August 4th, 2023: The Cygnus unmanned cargo vehicle successfully completed its 16th, 17th, 18th missions (NG-16, NG-17, NG-18) to the International Space Station (ISS). In addition, NG-19 has launched and just been captured by the ISS. As was true for the past NG missions, Odyssey engineers supported from the Johnson Space Center Mission Control Complex while Cygnus was launched, captured, and released. Odyssey’s role in this mission also included Independent Verification and Validation (IV&V) of all safety critical software. 

The capsule for NG-16 was named the S.S. Ellison Onizuka in honor of Ellison Onizuka, the first Asian-American astronaut to reach space. A notable payload for the mission included the Prototype Infrared Payload (PRIPL), an experimental infrared sensor meant to track missiles. The S.S. Ellison Onizuka launched and was captured in August 2021 and was released from the ISS in November 2021. 

The spacecraft for the NG-17 mission was named the S.S. Piers Sellers, in memory of Piers Sellers, who was instrumental in assembling the ISS. This NG-17 mission introduced a new capability of the Cygnus spacecraft in successfully completing a reboost maneuver to keep the ISS in its nominal orbit. The S.S. Piers Sellers launched and was captured in February 2022 and was released from the ISS in June 2022.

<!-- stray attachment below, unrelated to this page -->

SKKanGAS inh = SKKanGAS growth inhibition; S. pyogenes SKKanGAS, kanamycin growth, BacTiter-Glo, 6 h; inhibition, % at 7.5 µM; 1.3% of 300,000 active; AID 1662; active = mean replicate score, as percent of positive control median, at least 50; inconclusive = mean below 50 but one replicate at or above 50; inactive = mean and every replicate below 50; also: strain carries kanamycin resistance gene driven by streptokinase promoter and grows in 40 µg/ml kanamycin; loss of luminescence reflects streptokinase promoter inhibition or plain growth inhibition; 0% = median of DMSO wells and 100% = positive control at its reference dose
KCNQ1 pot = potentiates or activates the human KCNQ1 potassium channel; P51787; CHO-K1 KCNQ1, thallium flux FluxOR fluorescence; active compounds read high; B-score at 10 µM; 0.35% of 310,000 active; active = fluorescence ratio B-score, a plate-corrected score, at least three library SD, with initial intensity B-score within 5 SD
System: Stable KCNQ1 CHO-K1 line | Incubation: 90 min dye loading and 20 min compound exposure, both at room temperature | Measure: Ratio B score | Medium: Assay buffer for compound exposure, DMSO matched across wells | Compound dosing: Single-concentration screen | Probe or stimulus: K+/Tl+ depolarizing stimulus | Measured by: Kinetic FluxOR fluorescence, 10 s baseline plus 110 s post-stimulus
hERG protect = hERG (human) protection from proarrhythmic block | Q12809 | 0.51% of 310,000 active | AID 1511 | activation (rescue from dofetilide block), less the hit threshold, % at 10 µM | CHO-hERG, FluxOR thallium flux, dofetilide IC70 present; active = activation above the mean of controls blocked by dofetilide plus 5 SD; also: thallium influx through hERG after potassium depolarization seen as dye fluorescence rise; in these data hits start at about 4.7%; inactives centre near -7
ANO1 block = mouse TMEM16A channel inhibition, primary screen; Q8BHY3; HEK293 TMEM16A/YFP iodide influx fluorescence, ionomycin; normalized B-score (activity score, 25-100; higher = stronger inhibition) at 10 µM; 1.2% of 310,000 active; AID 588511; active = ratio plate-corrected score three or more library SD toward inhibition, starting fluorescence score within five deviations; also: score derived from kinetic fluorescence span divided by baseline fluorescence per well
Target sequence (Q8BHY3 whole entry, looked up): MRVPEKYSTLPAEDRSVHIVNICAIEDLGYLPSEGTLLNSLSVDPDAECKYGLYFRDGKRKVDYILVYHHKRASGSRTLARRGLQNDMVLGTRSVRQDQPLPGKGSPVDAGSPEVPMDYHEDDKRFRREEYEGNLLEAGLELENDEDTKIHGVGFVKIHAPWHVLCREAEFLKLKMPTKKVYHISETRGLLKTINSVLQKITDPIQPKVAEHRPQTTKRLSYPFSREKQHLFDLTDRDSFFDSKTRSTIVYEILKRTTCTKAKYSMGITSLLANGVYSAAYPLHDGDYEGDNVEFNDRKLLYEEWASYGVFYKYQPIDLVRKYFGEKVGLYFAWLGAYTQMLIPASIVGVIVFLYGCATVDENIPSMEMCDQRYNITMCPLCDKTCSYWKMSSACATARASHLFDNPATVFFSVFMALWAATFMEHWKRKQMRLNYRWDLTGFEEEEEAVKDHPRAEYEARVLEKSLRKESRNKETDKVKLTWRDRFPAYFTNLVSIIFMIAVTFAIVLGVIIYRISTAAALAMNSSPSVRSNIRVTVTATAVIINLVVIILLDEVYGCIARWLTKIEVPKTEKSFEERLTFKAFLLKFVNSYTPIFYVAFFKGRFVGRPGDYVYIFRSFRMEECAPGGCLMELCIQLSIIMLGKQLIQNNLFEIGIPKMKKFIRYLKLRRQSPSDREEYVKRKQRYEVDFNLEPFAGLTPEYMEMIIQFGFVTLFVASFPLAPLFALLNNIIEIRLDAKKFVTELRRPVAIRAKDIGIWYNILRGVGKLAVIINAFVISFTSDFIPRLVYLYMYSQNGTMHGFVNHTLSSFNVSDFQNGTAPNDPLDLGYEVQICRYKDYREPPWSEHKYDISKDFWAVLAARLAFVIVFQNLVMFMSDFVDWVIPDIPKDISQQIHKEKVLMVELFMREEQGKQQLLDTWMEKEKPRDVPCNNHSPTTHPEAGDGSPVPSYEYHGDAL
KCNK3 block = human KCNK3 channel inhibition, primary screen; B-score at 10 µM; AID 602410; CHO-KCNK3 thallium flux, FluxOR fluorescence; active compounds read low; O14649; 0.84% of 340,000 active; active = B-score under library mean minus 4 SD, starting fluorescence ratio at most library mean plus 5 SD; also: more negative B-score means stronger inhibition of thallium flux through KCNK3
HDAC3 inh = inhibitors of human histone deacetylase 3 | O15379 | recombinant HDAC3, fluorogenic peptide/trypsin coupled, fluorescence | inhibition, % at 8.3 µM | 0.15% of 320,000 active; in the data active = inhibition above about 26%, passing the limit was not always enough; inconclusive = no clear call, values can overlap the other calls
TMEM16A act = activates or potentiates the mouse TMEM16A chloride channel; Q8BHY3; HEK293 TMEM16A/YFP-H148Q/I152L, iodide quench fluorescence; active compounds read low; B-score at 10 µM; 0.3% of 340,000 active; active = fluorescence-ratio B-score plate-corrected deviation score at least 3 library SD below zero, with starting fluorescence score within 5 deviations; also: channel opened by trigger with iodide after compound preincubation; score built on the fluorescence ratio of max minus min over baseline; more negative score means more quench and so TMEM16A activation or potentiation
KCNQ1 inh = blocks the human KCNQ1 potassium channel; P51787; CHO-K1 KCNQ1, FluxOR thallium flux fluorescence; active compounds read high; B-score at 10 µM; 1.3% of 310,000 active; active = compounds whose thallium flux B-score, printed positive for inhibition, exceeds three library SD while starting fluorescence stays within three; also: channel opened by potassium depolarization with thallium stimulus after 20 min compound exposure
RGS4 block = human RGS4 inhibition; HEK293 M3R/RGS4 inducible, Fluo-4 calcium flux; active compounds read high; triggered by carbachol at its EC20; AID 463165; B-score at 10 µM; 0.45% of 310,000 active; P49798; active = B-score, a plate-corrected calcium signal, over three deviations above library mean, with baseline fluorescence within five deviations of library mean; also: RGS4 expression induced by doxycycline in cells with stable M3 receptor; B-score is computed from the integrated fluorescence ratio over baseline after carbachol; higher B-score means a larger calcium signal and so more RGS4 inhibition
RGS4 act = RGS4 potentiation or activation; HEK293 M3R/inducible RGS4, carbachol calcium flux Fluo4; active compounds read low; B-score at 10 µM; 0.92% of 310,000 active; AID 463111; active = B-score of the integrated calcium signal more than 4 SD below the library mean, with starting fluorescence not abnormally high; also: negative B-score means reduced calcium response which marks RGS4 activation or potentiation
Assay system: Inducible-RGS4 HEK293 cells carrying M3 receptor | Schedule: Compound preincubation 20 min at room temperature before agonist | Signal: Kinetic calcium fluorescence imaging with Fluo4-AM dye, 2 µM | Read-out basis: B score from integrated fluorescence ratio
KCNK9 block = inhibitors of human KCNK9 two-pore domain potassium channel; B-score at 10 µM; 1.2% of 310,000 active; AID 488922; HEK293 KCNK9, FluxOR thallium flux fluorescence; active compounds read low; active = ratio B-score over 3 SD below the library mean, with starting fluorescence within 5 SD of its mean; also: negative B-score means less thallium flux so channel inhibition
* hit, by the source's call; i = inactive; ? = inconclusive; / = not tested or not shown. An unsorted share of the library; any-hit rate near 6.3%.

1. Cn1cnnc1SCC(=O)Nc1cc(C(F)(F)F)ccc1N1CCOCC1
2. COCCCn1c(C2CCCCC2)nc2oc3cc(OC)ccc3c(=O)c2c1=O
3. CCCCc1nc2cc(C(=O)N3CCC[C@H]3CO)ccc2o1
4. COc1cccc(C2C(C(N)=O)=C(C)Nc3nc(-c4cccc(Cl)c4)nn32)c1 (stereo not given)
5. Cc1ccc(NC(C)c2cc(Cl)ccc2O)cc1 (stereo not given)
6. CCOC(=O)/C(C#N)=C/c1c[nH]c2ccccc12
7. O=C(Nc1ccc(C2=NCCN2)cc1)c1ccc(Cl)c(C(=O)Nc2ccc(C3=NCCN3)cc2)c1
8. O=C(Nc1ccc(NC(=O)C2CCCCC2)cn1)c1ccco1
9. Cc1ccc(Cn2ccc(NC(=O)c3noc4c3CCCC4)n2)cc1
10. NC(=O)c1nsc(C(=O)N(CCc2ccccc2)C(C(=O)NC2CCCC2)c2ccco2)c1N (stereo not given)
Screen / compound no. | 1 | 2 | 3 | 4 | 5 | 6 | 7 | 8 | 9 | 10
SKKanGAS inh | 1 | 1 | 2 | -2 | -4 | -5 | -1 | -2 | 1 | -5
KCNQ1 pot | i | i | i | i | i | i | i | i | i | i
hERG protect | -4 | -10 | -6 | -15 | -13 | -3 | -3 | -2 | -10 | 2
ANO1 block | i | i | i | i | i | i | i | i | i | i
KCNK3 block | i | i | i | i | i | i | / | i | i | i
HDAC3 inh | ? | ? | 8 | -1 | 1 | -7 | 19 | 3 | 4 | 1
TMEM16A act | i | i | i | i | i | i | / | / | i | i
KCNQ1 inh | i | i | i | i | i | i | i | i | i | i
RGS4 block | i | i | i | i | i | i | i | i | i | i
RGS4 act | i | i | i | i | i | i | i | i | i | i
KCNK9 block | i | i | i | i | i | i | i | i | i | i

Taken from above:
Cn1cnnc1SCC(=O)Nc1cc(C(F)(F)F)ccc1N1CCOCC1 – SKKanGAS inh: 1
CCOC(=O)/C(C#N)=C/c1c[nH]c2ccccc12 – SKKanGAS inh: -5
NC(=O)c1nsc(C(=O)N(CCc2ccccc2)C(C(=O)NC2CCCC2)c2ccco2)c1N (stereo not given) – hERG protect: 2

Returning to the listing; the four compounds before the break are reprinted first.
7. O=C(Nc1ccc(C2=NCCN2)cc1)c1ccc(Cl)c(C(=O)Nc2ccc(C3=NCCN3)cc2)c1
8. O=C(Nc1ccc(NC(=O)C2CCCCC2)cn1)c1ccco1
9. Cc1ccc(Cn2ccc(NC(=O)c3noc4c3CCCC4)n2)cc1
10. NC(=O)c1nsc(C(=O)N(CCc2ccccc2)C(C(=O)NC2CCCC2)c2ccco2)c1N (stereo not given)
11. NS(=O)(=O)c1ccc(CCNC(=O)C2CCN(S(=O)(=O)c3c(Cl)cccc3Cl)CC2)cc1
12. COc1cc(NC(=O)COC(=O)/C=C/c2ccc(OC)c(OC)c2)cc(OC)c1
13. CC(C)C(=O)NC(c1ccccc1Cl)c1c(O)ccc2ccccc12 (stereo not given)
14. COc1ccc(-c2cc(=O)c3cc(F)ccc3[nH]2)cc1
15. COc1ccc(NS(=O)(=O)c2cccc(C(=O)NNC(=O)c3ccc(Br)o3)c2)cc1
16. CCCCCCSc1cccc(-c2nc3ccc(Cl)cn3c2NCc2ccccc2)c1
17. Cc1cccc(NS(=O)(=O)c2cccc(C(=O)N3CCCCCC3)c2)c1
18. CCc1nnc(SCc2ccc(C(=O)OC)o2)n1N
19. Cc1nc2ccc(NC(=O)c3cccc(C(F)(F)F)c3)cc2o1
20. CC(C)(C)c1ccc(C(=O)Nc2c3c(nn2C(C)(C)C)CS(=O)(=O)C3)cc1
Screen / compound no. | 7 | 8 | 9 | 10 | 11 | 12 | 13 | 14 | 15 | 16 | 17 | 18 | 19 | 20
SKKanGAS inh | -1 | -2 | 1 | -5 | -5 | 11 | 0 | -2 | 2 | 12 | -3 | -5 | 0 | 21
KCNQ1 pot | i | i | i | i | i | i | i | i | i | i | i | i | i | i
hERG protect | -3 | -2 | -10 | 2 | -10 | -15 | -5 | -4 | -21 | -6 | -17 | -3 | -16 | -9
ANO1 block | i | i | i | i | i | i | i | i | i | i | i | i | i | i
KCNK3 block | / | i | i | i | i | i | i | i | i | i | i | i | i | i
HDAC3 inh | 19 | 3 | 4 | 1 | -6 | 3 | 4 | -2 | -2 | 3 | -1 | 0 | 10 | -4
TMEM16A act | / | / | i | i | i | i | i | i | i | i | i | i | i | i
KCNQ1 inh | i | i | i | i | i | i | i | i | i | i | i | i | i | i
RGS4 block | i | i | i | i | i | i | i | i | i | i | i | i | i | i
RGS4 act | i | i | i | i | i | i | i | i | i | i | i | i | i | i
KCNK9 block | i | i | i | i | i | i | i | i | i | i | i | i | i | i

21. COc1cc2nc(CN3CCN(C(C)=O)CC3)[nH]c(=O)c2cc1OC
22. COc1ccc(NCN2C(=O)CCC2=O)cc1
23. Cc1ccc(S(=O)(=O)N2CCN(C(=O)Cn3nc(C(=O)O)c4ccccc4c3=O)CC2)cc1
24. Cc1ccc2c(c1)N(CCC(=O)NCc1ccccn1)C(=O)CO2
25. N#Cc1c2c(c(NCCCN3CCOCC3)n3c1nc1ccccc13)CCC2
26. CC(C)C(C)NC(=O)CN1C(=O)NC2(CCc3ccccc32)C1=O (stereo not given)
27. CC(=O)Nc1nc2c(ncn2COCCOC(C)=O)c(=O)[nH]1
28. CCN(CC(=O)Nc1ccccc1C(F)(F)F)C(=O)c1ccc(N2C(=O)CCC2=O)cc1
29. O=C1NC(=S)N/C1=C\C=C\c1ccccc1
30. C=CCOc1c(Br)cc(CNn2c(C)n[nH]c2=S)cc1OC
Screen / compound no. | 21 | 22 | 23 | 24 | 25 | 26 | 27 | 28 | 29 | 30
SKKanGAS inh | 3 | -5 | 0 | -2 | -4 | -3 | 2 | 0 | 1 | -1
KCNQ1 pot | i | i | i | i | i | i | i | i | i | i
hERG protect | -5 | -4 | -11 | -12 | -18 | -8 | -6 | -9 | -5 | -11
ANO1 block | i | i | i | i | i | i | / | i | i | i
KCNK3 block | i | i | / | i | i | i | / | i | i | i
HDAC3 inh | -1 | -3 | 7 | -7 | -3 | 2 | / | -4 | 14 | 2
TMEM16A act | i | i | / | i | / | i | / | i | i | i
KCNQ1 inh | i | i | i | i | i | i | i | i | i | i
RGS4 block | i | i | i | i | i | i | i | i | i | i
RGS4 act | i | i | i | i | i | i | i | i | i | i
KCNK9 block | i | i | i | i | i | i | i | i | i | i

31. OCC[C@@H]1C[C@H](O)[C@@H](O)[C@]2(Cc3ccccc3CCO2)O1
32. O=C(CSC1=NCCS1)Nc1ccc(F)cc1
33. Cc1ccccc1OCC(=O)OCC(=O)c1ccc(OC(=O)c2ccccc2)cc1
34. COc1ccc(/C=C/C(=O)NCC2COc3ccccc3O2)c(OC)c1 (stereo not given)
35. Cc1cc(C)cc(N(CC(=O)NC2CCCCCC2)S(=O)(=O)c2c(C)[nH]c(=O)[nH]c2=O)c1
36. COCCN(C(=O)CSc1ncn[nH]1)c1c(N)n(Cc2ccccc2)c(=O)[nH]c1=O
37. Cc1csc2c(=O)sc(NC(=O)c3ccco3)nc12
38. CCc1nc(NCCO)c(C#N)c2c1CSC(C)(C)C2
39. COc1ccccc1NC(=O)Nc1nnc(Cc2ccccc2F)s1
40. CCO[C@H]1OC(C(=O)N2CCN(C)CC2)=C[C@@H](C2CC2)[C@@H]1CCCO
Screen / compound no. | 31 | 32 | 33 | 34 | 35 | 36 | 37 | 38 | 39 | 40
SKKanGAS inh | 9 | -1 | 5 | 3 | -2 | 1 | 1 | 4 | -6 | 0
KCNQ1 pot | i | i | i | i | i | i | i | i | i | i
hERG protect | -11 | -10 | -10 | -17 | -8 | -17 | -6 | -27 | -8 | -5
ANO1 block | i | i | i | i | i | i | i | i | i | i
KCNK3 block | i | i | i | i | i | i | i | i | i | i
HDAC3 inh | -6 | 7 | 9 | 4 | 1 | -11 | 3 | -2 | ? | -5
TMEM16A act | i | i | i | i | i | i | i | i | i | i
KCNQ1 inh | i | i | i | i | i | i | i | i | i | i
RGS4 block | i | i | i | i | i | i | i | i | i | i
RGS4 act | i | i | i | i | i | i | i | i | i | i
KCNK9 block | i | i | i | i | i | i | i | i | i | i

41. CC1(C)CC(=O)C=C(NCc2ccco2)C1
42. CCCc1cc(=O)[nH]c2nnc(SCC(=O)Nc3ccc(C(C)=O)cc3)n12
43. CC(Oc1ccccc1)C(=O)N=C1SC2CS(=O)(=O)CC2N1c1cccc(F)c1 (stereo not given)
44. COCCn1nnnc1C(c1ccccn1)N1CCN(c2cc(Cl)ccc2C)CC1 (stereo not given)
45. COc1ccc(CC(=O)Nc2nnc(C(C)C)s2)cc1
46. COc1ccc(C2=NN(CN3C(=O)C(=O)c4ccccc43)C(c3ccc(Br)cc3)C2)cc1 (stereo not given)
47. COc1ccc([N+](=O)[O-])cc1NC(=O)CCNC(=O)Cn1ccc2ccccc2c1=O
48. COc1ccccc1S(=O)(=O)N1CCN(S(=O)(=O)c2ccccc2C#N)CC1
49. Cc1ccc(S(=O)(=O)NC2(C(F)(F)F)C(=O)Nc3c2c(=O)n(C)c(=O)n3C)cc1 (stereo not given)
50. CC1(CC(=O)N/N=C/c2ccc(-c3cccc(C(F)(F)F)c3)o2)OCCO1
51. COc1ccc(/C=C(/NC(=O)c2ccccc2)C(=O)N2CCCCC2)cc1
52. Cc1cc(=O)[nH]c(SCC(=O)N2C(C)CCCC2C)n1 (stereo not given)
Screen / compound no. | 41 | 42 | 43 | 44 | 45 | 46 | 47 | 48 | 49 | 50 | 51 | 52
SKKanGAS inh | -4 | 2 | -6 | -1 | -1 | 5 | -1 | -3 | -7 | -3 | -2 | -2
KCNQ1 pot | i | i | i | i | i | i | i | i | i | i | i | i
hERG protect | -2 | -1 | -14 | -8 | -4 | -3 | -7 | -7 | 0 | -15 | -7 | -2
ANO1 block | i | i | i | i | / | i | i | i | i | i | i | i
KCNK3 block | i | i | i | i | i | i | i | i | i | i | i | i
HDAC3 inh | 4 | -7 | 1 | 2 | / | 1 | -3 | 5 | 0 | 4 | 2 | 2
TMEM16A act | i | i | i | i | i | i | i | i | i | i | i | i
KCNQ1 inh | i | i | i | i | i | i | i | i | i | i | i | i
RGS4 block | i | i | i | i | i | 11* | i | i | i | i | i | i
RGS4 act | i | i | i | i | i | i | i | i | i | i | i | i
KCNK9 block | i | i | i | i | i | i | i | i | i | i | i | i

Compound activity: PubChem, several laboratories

The mission NG-18’s capsule was named the S.S. Sally Ride in honor of Sally Ride, the first American woman in space. A notable payload included the Solid Fuel Ignition and Extinction – Material Ignition and Suppression Test (SoFIE-MIST) experiment, meant to investigate thermally-assisted burning in space. The S.S. Sally Ride launched and was captured in November 2022 and was released from the ISS in April 2023. 

The NG-19 capsule is named the S.S. Laurel Clark, in honor of Laurel Clark, who was one of the astronauts on the ill-fated STS-107 mission aboard the Columbia space shuttle. Notable payload includes the Innovative Paralysis Therapy Enabling Neuroregeneration (Neuronix) experiment, meant to study the formation of neurons in microgravity. The S.S. Laurel Clark is expected to return to Earth later this year. A couple of our own IV&V engineers attended the launch! See if you can spot them in the pictures in this article. 

Odyssey’s role in Cygnus development was extensive, including Systems Engineering design support, Concept of Operations development, Robotic Capture design and analysis, and Independent Verification and Validation of all safety critical software. Congratulations to the entire Cygnus and NASA teams! 

For more information on Cygnus and the suite of cargo resupply missions, please visit the Cygnus website: 







Image credit: Peter Demarest